It is hard to get excited after looking at Gamehost's (TSE:GH) recent performance, when its stock has declined 6.5% over the past three months. It is possible that the markets have ignored the company's differing financials and decided to lean-in to the negative sentiment. Long-term fundamentals are usually what drive market outcomes, so it's worth paying close attention. Particularly, we will be paying attention to Gamehost's ROE today.
Return on equity or ROE is an important factor to be considered by a shareholder because it tells them how effectively their capital is being reinvested. In short, ROE shows the profit each dollar generates with respect to its shareholder investments.
How Is ROE Calculated?
The formula for ROE is:
Return on Equity = Net Profit (from continuing operations) ÷ Shareholders' Equity
So, based on the above formula, the ROE for Gamehost is:
13% = CA$13m ÷ CA$102m (Based on the trailing twelve months to June 2022).
The 'return' is the amount earned after tax over the last twelve months. That means that for every CA$1 worth of shareholders' equity, the company generated CA$0.13 in profit.
Why Is ROE Important For Earnings Growth?
Thus far, we have learned that ROE measures how efficiently a company is generating its profits. Depending on how much of these profits the company reinvests or "retains", and how effectively it does so, we are then able to assess a company’s earnings growth potential. Assuming all else is equal, companies that have both a higher return on equity and higher profit retention are usually the ones that have a higher growth rate when compared to companies that don't have the same features.
Gamehost's Earnings Growth And 13% ROE
To begin with, Gamehost seems to have a respectable ROE. Further, the company's ROE is similar to the industry average of 13%. For this reason, Gamehost's five year net income decline of 23% raises the question as to why the decent ROE didn't translate into growth. We reckon that there could be some other factors at play here that are preventing the company's growth. These include low earnings retention or poor allocation of capital.
Furthermore, even when compared to the industry, which has been shrinking its earnings at a rate 2.8% in the same period, we found that Gamehost's performance is pretty disappointing, as it suggests that the company has been shrunk its earnings at a rate faster than the industry.
Earnings growth is a huge factor in stock valuation. It’s important for an investor to know whether the market has priced in the company's expected earnings growth (or decline). This then helps them determine if the stock is placed for a bright or bleak future. Is Gamehost fairly valued compared to other companies? These 3 valuation measures might help you decide.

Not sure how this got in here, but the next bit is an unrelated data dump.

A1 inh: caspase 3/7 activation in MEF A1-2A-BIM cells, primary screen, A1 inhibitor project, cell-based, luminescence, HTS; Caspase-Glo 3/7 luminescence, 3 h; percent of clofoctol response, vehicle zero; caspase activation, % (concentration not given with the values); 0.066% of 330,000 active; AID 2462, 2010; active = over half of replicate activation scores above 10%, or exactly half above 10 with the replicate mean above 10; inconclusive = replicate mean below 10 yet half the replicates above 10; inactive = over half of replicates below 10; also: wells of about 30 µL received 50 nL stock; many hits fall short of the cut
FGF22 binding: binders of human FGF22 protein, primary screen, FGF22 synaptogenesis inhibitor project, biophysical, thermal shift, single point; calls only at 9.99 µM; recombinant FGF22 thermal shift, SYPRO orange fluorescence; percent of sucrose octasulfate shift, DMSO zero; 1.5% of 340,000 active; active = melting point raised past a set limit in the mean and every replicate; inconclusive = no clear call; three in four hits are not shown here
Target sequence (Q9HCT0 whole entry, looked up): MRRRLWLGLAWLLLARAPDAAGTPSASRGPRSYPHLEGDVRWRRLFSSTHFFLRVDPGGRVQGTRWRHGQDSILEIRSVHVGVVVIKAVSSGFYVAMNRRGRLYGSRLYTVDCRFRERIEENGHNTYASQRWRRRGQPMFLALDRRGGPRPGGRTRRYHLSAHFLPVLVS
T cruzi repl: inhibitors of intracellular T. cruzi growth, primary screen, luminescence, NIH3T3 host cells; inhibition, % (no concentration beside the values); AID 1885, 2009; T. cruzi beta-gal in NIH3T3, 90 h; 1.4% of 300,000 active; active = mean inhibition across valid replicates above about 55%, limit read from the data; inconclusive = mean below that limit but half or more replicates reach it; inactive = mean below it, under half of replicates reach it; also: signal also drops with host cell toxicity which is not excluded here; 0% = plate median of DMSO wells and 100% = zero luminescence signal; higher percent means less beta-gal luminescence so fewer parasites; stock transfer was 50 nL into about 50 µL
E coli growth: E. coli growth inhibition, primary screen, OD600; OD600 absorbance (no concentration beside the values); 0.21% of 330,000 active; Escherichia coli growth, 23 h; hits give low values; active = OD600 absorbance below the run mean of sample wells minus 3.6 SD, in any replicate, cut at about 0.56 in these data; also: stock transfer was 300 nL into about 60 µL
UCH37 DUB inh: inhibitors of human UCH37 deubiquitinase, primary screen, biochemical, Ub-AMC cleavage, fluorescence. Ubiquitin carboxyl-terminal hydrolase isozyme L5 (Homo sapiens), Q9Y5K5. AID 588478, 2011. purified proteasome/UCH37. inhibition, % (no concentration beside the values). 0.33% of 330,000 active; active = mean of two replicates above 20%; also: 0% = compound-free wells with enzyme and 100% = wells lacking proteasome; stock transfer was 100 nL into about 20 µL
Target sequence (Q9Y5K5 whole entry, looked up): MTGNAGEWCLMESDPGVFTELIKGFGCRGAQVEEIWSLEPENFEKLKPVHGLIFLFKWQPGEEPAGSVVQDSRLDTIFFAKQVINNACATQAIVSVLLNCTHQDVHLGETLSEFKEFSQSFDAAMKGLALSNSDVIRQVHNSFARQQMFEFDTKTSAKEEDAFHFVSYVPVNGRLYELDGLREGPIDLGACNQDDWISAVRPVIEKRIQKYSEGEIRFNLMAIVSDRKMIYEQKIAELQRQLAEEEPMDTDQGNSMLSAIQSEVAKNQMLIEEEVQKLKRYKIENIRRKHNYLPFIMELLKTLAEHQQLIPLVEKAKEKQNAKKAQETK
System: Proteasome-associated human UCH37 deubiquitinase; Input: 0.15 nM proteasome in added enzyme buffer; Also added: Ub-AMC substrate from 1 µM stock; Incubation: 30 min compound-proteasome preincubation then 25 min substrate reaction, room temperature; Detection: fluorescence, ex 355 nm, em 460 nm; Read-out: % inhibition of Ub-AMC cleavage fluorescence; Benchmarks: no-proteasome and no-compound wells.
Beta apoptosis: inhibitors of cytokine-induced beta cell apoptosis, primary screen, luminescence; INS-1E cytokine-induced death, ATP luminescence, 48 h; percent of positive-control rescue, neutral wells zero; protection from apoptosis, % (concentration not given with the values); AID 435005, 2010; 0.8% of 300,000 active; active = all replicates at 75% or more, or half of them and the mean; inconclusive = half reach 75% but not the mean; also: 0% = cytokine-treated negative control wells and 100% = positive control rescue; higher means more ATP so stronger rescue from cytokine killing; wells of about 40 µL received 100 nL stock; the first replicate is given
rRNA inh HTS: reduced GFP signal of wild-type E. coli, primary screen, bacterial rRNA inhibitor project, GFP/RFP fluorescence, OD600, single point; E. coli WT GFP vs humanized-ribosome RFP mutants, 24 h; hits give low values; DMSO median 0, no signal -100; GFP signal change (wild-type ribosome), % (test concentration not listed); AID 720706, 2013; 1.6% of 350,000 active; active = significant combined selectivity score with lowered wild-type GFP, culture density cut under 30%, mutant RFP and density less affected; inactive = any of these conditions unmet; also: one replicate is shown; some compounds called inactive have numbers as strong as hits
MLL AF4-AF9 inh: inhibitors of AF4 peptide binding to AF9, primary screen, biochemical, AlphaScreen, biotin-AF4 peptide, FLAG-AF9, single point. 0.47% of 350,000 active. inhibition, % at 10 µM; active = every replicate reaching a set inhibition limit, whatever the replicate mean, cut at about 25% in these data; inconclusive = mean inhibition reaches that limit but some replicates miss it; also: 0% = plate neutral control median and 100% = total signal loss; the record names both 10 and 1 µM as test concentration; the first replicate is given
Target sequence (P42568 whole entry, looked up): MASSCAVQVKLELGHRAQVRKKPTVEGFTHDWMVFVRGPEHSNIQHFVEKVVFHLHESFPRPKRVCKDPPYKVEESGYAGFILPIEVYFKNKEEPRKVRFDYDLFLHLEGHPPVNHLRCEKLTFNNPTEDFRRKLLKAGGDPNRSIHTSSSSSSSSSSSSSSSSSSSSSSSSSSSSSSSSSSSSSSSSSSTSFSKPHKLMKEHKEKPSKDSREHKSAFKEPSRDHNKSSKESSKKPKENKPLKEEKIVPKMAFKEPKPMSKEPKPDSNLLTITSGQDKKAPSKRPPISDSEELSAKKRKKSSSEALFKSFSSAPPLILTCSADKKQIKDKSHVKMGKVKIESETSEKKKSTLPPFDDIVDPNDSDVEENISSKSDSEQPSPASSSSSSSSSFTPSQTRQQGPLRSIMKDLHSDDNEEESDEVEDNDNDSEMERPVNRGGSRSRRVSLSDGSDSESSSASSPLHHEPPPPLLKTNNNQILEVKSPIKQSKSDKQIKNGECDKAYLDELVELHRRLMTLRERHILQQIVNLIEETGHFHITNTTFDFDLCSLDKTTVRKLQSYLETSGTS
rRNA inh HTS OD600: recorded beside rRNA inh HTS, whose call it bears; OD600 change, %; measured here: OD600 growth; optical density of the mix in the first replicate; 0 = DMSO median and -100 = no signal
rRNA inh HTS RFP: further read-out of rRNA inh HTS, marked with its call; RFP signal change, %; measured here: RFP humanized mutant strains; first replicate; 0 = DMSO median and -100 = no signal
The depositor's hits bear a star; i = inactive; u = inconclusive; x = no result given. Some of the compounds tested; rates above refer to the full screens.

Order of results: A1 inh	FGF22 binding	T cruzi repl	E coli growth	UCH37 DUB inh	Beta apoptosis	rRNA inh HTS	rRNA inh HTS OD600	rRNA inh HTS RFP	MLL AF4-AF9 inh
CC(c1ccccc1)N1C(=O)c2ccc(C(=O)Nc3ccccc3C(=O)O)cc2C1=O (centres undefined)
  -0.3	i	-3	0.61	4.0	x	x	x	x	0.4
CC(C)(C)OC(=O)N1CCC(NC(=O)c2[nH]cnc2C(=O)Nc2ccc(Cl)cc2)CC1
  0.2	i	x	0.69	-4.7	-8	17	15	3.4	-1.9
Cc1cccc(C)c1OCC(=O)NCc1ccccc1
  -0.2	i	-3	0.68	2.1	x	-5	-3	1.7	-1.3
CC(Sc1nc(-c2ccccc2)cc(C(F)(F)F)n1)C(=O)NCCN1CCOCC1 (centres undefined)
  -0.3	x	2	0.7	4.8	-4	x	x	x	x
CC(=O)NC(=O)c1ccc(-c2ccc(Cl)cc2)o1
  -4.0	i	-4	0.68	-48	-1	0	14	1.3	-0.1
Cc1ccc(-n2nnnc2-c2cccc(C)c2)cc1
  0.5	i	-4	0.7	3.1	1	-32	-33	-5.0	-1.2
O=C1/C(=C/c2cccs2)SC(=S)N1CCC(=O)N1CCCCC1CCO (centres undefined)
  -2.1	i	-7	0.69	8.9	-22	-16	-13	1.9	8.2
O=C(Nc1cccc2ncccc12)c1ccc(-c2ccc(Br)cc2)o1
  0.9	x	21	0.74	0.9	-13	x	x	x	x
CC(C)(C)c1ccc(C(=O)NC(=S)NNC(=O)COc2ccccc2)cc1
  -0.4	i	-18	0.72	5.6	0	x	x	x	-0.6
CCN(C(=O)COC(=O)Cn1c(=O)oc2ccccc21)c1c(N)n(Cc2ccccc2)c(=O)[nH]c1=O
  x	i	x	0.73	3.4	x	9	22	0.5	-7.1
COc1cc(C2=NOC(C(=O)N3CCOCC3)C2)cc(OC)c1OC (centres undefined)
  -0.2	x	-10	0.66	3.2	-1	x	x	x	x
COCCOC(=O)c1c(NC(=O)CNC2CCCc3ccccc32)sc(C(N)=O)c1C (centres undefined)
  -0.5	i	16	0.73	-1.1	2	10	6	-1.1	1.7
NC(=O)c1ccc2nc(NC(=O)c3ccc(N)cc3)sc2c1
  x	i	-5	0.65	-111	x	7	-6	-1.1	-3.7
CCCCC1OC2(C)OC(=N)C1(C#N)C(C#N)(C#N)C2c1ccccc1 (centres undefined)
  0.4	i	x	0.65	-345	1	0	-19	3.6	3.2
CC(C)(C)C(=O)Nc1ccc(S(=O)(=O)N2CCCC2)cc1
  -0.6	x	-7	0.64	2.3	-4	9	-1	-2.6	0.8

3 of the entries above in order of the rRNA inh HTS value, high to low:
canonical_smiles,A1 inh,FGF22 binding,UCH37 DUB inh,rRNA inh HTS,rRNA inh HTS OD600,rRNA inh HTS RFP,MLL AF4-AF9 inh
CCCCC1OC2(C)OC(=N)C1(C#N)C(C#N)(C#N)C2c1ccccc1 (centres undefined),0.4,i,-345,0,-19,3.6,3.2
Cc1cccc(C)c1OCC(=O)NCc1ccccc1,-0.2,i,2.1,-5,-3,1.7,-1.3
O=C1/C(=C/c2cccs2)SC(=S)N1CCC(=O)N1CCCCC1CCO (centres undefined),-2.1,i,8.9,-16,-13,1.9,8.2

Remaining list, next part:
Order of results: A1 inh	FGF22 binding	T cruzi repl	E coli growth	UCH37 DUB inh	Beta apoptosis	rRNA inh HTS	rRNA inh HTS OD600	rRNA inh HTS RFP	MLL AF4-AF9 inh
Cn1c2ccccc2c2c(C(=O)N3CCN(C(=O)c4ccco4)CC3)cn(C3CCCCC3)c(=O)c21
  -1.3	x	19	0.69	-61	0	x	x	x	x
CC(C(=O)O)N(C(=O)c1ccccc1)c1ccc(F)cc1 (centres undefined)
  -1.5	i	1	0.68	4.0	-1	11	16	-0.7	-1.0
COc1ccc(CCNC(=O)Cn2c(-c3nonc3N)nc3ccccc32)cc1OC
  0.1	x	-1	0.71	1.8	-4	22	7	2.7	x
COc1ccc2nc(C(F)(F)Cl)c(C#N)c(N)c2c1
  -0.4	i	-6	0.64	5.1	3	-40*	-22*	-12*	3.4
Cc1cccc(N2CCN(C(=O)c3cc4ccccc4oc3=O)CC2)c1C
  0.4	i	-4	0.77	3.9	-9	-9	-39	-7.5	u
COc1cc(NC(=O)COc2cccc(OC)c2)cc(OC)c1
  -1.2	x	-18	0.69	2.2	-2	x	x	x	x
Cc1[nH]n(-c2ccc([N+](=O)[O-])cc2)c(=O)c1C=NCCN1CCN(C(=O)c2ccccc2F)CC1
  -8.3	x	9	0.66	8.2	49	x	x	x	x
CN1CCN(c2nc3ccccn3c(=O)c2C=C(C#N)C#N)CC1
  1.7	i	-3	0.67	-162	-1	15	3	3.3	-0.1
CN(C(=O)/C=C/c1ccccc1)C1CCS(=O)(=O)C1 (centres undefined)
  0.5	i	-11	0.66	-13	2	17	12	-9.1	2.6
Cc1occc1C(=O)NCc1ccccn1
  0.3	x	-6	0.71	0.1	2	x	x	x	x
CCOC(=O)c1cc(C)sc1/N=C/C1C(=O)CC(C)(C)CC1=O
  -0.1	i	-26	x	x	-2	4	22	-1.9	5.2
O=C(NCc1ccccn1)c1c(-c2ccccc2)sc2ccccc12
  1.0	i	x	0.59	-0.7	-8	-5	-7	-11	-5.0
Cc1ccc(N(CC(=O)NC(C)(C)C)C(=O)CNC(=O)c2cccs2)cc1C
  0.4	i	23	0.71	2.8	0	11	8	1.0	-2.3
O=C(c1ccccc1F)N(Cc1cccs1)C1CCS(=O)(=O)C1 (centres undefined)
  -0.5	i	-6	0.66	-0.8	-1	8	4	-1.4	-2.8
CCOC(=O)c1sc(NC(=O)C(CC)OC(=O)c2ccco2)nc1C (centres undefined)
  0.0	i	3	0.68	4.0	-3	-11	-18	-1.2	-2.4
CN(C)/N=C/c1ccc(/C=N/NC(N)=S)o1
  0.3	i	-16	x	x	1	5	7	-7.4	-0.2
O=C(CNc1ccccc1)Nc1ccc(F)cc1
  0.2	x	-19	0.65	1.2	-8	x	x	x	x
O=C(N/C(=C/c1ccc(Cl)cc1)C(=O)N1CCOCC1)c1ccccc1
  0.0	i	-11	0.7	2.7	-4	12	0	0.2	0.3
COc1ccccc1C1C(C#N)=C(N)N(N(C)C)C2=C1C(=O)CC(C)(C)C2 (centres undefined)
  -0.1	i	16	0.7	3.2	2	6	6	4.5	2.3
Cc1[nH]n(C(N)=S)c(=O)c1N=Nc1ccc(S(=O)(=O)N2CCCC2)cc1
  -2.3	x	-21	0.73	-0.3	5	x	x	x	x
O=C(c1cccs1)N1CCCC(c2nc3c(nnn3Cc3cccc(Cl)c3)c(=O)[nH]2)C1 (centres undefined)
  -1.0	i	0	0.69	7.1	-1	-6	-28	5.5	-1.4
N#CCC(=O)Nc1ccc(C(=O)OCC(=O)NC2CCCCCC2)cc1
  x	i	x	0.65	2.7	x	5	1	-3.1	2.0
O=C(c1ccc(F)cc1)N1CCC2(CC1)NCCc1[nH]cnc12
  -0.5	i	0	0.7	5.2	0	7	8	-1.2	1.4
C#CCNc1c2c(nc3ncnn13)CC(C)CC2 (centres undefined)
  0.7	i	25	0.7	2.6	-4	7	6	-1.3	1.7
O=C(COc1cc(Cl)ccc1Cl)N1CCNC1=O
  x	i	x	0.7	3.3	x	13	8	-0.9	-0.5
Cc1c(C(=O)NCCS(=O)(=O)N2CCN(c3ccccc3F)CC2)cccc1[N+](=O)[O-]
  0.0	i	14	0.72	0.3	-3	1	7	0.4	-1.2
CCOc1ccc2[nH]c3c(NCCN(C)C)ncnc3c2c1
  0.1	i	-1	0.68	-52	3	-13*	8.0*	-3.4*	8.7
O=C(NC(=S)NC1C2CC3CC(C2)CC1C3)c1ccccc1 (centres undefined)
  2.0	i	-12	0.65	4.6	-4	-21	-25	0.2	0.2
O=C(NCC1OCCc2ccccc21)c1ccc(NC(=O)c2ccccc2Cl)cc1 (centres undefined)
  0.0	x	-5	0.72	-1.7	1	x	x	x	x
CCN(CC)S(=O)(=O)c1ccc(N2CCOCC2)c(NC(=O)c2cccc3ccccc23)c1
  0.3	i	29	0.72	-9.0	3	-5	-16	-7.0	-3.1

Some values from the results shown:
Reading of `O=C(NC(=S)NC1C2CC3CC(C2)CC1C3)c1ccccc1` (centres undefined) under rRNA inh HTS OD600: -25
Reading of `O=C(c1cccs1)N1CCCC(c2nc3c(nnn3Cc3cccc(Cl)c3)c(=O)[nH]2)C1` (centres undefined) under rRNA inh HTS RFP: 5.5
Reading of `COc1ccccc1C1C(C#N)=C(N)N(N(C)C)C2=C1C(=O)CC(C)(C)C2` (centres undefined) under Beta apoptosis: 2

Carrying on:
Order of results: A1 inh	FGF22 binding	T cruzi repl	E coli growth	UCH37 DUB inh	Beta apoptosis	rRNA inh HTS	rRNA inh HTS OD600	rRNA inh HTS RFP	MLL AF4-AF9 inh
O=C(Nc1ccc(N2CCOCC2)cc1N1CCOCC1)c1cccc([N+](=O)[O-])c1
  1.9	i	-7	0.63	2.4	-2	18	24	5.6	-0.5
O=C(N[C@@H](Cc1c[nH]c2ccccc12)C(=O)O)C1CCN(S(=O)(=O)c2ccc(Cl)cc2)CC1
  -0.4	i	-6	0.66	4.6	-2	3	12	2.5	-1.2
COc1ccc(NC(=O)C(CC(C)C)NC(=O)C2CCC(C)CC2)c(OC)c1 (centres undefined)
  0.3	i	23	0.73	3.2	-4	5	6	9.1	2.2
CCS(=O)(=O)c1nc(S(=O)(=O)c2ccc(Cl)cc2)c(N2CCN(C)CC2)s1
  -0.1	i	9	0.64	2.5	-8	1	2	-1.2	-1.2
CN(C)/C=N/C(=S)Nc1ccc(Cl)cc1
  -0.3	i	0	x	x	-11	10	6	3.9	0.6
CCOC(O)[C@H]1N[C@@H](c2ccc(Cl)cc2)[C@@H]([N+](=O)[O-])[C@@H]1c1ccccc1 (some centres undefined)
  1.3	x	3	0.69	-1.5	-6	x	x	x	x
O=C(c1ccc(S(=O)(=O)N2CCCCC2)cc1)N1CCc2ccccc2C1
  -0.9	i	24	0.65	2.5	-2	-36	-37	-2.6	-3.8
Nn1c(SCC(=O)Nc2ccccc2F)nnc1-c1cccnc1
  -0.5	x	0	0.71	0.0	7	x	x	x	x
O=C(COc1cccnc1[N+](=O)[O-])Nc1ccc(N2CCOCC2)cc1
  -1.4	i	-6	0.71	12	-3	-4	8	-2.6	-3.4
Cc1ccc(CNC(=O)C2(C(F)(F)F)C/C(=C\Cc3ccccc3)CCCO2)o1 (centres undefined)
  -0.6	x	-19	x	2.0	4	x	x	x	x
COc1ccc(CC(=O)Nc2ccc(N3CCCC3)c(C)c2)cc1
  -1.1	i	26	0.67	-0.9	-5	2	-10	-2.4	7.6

Is Gamehost Using Its Retained Earnings Effectively?
With a high three-year median payout ratio of 92% (implying that 8.1% of the profits are retained), most of Gamehost's profits are being paid to shareholders, which explains the company's shrinking earnings. With only very little left to reinvest into the business, growth in earnings is far from likely. You can see the 3 risks we have identified for Gamehost by visiting our risks dashboard for free on our platform here.
Additionally, Gamehost has paid dividends over a period of at least ten years, which means that the company's management is determined to pay dividends even if it means little to no earnings growth.
Overall, we have mixed feelings about Gamehost. In spite of the high ROE, the company has failed to see growth in its earnings due to it paying out most of its profits as dividend, with almost nothing left to invest into its own business. Until now, we have only just grazed the surface of the company's past performance by looking at the company's fundamentals. To gain further insights into Gamehost's past profit growth, check out this visualization of past earnings, revenue and cash flows.
Have feedback on this article? Concerned about the content? Get in touch with us directly. Alternatively, email editorial-team (at) simplywallst.com.
This article by Simply Wall St is general in nature. We provide commentary based on historical data and analyst forecasts only using an unbiased methodology and our articles are not intended to be financial advice. It does not constitute a recommendation to buy or sell any stock, and does not take account of your objectives, or your financial situation. We aim to bring you long-term focused analysis driven by fundamental data. Note that our analysis may not factor in the latest price-sensitive company announcements or qualitative material. Simply Wall St has no position in any stocks mentioned.
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